Battered Sanofi sets hopes on cancer and biotech
Paris - Sanofi-Aventis was reminded that steady income flows in the pharma buisness are a thing of the past. The French drugmaker saw its earnings fall by nearly 30 percent in the first quarter, as low swine flu vaccine sales hammered an important pillar of the business basis.
The bad news from the financial front was ameliorated slightly when Phase-III-study results from Zaltrap, used as a second line treatment for metastatic colorectal cancer, showed some promise. Zaltrap
(flibercept) is being developed with the US-based Regeneron Pharmaceuticals as a partner.
As the French company stated, the Phase III trial evaluating flibercept in combination with folinic acid chemotherapy met its primary endpoint of improving overall survival. The study was a multinational, randomized, double-blind trial comparing the chemotherapy in combination with either aflibercept or placebo in the treatment of patients with metastatic colorectal cancer after failure of an oxaliplatin-based regimen. The study enrolled 1,226 patients with mCRC who previously had been treated with an oxaliplatin-based regimen.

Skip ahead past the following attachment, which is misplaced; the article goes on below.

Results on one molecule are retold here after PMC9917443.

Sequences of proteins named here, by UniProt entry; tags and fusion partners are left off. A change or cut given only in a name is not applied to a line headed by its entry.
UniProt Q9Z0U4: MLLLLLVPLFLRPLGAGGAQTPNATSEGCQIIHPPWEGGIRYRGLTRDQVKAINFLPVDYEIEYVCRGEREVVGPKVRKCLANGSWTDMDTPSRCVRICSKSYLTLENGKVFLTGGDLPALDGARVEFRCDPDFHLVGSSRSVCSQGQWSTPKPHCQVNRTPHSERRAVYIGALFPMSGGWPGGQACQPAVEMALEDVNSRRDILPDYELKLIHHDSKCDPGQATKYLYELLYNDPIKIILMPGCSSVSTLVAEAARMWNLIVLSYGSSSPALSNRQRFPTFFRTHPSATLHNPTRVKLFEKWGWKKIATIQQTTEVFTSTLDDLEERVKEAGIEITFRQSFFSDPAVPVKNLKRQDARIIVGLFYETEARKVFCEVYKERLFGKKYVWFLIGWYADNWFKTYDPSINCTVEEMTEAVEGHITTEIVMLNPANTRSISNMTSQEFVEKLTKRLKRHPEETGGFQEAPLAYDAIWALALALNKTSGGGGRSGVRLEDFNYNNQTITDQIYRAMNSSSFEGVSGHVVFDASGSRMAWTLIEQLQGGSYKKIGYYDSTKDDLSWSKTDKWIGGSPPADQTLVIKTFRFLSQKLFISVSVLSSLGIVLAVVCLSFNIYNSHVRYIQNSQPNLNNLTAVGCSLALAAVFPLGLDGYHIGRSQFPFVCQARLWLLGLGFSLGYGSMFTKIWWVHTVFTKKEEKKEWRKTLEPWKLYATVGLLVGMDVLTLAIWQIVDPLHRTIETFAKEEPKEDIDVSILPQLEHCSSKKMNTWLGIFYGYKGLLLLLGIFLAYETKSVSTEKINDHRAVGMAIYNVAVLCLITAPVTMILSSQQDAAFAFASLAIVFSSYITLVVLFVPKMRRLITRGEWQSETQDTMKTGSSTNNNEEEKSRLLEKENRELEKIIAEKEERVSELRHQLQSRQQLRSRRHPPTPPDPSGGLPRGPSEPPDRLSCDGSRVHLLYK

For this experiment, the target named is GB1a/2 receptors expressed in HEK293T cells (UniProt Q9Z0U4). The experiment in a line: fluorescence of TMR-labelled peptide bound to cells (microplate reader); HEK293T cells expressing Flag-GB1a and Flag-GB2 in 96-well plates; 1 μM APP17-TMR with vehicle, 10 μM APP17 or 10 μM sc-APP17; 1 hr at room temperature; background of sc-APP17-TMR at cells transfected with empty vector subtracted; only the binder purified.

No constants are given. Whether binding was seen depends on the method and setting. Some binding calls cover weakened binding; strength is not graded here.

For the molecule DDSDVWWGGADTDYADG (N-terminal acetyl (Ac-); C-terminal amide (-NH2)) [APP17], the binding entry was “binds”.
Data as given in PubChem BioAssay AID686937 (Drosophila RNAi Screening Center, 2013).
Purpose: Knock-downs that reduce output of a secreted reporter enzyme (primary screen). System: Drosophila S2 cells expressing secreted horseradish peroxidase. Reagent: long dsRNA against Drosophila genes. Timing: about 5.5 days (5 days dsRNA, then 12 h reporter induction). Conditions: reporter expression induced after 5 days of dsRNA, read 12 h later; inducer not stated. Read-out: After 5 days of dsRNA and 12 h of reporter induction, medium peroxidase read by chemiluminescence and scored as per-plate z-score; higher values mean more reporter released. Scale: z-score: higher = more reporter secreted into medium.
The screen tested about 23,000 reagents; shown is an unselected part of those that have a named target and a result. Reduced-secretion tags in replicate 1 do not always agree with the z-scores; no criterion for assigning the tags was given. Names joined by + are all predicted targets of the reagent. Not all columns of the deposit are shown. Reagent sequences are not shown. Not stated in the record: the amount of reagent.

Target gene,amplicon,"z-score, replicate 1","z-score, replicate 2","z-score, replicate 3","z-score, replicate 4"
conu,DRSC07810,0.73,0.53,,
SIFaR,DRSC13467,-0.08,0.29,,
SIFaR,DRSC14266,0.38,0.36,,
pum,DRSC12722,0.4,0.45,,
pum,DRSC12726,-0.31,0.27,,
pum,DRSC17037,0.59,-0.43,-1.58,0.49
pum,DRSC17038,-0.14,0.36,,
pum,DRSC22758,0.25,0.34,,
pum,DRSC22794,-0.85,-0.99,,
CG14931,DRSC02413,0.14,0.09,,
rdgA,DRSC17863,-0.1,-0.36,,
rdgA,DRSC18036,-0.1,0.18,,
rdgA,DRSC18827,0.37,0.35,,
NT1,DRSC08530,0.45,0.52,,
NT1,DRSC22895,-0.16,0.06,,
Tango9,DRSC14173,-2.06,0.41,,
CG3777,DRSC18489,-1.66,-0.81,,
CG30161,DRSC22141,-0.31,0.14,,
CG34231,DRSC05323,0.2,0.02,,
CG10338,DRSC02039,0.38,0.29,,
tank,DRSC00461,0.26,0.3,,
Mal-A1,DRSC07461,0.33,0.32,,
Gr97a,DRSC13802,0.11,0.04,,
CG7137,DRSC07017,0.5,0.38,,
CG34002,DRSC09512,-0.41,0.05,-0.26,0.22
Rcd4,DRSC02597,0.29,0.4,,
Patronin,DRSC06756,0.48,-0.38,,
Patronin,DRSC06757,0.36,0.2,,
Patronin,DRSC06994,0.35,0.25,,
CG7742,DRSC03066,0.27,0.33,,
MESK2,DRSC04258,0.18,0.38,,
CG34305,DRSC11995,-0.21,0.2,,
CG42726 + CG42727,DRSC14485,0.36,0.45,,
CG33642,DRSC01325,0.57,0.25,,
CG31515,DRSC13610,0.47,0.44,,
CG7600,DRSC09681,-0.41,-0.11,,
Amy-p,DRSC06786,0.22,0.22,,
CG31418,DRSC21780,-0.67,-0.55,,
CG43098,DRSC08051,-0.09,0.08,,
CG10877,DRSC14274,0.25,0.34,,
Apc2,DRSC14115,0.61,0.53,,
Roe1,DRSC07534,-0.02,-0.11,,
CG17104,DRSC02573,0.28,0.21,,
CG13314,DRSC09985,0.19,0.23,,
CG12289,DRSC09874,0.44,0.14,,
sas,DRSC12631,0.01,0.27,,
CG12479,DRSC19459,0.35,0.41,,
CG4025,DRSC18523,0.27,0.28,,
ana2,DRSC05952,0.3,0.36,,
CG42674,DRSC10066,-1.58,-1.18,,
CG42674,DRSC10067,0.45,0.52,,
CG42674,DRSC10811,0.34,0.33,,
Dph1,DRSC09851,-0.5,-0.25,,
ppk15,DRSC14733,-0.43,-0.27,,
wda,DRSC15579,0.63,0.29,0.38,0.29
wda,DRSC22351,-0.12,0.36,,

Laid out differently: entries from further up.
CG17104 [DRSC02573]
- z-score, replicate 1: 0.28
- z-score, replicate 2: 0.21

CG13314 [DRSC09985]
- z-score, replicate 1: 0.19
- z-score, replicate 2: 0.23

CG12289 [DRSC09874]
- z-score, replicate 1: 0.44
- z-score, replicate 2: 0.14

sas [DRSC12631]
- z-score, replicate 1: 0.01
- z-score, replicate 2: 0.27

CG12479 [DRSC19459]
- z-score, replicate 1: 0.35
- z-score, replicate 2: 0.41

Until Zaltrap and other candidates eventually hit the market, Sanofi may experience other bumpy rides in earnings. Sanofi’s blood thinner Plavix, the second-best selling drug in the world, loses patent protection in 2012. Though the company is still fairly profitable, it made €1.2 billion net profit in the January-March quarter, a drop of 29 percent from €1.7 billion a year earlier, when swine flu vaccine sales gave a boost to earnings.
We must not overlook the global beacon for biotechnology, US-based biotech giant Genzyme, which Sanofi-Aventis recently bought for €13.5 billion earlier this month, where sales rose 7 percent to $1 billion in the first quarter.